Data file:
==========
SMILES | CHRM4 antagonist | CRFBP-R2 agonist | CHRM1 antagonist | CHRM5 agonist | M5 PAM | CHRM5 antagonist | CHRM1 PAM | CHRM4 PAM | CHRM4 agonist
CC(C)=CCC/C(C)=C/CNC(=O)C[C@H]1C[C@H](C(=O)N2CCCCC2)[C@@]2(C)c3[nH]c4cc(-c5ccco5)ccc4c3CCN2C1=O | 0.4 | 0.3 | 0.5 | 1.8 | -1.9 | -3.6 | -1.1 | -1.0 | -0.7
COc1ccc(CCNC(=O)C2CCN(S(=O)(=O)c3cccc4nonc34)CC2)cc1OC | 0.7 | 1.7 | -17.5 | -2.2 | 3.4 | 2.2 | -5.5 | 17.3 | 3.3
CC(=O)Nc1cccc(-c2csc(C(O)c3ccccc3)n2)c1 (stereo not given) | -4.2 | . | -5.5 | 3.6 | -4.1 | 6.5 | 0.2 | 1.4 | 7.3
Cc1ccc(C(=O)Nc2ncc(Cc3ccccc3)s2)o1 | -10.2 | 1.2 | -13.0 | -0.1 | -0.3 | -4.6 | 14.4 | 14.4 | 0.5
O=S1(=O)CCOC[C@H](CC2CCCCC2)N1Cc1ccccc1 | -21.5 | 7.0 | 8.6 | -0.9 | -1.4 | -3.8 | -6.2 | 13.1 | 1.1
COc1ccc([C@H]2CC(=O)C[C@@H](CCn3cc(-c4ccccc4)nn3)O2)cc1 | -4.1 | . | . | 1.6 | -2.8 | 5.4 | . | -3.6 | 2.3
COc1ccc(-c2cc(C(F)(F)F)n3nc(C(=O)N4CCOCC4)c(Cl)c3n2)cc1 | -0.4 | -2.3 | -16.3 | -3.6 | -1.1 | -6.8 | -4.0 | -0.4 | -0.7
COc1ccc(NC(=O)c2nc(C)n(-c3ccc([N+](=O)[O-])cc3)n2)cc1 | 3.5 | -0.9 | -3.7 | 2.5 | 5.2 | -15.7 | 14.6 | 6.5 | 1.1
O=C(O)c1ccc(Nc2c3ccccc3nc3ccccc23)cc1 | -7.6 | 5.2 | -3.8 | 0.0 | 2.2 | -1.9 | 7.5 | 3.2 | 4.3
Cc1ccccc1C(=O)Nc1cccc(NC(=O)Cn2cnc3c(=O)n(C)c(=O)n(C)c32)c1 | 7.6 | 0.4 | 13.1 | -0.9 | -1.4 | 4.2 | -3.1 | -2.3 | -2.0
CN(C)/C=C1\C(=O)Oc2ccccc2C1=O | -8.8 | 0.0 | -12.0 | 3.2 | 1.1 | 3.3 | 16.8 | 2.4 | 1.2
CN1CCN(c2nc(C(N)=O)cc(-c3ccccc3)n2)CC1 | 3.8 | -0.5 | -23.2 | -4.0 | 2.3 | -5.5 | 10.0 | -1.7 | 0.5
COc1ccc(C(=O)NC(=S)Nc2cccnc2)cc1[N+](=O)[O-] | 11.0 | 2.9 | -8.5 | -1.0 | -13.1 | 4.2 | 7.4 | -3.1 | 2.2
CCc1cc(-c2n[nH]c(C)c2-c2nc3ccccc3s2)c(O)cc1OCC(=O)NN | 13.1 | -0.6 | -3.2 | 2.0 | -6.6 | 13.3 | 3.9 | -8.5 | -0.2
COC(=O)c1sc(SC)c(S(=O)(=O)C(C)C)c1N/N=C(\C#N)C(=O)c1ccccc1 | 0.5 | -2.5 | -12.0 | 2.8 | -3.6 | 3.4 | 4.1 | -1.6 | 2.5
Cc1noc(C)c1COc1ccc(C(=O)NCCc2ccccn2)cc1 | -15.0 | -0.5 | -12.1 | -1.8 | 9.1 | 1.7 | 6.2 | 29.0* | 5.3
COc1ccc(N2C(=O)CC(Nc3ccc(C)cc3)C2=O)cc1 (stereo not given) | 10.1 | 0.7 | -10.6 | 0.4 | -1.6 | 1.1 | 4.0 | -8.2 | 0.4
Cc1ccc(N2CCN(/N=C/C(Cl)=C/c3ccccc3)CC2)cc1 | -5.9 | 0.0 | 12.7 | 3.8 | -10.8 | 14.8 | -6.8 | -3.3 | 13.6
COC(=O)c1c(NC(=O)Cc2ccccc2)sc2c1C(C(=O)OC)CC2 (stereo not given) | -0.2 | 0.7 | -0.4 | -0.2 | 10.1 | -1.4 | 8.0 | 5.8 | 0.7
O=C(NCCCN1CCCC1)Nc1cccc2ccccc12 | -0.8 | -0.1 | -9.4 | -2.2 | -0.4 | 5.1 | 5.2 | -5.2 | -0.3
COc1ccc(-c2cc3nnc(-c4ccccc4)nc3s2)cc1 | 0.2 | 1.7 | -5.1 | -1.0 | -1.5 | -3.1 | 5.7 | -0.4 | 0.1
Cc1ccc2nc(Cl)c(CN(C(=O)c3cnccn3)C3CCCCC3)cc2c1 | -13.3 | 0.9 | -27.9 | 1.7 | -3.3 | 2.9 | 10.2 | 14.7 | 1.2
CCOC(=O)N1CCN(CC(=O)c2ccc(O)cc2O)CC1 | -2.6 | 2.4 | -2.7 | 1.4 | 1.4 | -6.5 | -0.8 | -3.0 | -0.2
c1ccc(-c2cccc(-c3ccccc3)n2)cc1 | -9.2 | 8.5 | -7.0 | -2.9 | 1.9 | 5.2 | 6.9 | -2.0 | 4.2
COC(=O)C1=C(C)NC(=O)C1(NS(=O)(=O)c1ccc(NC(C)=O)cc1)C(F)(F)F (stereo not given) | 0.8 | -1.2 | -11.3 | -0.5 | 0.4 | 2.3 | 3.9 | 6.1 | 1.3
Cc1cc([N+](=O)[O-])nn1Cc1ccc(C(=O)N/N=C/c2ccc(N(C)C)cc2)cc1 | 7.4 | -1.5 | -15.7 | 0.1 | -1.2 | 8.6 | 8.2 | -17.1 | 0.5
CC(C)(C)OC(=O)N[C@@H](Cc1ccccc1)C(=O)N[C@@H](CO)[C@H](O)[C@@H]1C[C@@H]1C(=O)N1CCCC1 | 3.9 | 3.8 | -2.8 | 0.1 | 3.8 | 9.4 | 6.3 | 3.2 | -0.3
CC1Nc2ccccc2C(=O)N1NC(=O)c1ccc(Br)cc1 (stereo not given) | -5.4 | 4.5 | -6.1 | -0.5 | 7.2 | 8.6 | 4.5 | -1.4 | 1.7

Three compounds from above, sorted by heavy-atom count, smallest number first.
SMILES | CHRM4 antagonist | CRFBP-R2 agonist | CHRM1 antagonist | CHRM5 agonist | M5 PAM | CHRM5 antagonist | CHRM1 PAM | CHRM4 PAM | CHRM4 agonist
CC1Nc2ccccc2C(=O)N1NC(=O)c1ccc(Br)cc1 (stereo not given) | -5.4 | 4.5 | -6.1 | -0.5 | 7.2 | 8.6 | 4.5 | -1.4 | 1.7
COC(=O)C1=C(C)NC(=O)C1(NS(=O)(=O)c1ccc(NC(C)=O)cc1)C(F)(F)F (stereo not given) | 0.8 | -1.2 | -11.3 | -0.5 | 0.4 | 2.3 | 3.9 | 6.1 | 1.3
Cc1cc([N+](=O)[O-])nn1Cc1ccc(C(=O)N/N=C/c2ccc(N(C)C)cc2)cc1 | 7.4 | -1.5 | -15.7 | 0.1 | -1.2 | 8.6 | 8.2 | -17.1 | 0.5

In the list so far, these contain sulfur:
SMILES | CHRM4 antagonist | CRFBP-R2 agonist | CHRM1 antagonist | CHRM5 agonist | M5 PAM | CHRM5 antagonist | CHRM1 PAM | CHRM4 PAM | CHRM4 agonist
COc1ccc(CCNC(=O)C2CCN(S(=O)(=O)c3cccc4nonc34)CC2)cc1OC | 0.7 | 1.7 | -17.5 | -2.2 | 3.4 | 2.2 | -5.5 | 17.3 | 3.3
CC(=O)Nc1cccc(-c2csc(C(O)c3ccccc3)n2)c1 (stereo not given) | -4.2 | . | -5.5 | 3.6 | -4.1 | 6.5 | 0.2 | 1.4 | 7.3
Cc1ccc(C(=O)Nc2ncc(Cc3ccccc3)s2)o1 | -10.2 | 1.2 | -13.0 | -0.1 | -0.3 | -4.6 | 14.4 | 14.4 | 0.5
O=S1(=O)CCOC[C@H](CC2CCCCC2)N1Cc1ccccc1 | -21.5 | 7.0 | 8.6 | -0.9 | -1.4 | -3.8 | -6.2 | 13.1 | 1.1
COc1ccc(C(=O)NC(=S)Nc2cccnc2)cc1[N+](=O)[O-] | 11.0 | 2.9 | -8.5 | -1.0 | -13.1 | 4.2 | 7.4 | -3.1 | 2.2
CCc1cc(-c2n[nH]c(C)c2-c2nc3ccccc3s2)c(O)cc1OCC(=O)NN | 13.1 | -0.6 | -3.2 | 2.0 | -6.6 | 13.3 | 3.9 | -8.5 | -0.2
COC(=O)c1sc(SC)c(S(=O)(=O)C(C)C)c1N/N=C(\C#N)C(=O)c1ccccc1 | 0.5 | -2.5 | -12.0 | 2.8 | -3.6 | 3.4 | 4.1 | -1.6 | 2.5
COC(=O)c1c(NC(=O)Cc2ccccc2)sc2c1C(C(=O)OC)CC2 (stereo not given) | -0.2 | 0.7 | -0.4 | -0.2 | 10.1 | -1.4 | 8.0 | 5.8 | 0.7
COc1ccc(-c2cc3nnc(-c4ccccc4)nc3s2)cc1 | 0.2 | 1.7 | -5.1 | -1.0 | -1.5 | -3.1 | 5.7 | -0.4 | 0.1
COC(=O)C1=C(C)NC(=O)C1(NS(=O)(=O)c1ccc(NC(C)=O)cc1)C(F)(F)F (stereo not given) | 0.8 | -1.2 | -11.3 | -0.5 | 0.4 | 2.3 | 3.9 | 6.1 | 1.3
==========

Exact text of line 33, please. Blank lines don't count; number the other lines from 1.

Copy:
COC(=O)C1=C(C)NC(=O)C1(NS(=O)(=O)c1ccc(NC(C)=O)cc1)C(F)(F)F (stereo not given) | 0.8 | -1.2 | -11.3 | -0.5 | 0.4 | 2.3 | 3.9 | 6.1 | 1.3